Blue Dasher (Pachydiplax longipennis)

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This page last updated on 05/28/2017
(Fig. 01)
Picture Notes: the dragonflies shown here were taken at the Las Vegas Springs Preserve and the Corn Creek Station inside the Desert National Wildlife Refuge.

Description: The blue dasher (Pachydiplax longipennis) is a dragonfly of the skimmer family. It is very common and widely distributed through North America. The males are easy to recognize with their vibrant blue color, yellow-striped thorax, and metallic green eyes. Females are somewhat less colorful than the male, an example of sexual dimorphism. While they have a matching yellow-striped thorax, their abdomen has a distinct brown and yellow striping that sets them apart from the male, along with contrasting red eyes. Both sexes develop a frosted color with age. Blue dashers live near still, calm bodies of water, such as ponds, marshes, slow-moving waterways, and ditches, in warm areas typically at low elevations. The adults roost in trees at night.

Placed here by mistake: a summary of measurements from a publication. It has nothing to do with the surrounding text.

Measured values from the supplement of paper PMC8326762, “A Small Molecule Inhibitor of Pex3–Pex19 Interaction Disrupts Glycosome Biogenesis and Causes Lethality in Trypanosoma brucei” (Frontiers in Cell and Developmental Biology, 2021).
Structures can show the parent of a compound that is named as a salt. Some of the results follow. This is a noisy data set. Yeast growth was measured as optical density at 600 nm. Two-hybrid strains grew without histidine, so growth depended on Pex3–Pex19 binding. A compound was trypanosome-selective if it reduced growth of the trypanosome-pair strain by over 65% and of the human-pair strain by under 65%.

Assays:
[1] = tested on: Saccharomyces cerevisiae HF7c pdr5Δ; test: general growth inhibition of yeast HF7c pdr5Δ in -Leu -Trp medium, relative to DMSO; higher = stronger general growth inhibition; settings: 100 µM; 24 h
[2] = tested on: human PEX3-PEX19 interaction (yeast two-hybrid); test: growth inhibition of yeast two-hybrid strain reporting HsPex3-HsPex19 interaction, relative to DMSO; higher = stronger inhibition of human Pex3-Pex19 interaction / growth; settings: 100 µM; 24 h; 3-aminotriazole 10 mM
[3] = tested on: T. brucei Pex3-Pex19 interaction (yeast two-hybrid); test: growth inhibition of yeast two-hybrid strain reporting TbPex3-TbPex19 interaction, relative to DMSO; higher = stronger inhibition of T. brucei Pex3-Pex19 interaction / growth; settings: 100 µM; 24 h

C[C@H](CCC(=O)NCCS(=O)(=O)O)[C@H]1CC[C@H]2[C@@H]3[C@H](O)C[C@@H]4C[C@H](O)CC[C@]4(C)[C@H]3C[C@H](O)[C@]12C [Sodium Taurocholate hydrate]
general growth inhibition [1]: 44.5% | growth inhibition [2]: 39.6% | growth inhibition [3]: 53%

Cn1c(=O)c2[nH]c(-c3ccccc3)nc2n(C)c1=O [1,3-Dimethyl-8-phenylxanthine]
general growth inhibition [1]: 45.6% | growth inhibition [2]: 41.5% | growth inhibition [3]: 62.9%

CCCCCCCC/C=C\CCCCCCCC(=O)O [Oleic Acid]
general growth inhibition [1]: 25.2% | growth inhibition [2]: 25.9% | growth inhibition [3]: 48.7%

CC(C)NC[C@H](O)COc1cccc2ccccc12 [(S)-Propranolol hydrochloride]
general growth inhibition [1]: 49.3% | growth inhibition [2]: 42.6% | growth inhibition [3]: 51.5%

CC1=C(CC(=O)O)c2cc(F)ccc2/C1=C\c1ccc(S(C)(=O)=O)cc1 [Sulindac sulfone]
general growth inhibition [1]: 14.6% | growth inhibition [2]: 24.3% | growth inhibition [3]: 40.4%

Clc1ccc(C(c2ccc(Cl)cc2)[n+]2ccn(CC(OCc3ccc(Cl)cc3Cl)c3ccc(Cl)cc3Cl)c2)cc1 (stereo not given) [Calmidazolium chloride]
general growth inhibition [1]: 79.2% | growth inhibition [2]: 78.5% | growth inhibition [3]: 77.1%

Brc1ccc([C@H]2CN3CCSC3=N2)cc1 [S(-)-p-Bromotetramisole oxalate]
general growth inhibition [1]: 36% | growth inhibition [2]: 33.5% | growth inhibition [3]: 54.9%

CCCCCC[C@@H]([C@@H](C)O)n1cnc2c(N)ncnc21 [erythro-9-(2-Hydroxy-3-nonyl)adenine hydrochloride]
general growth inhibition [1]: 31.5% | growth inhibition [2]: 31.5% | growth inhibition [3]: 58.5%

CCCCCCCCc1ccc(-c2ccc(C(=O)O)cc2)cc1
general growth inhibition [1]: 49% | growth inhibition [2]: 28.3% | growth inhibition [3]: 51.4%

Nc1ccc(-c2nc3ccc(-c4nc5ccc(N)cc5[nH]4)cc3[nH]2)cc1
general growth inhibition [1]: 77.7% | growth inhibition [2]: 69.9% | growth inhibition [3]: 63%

These dragonflies, like others of their infraorder, are carnivorous, and are capable of eating hundreds of insects every day, including mosquito and mayfly larvae. The adult dragonfly will eat nearly any flying insect, such as a moth or fly. Nymphs have a diet that includes other aquatic larvae, small fish, and tadpoles. These dragonflies are known to be voracious predators, consuming up to 10% of their body weight each day in food. The blue dasher hunts by keeping still and waiting for suitable prey to come within range. When it does, they dart from their position to catch it.
(Fig. 02)
(Fig. 03)
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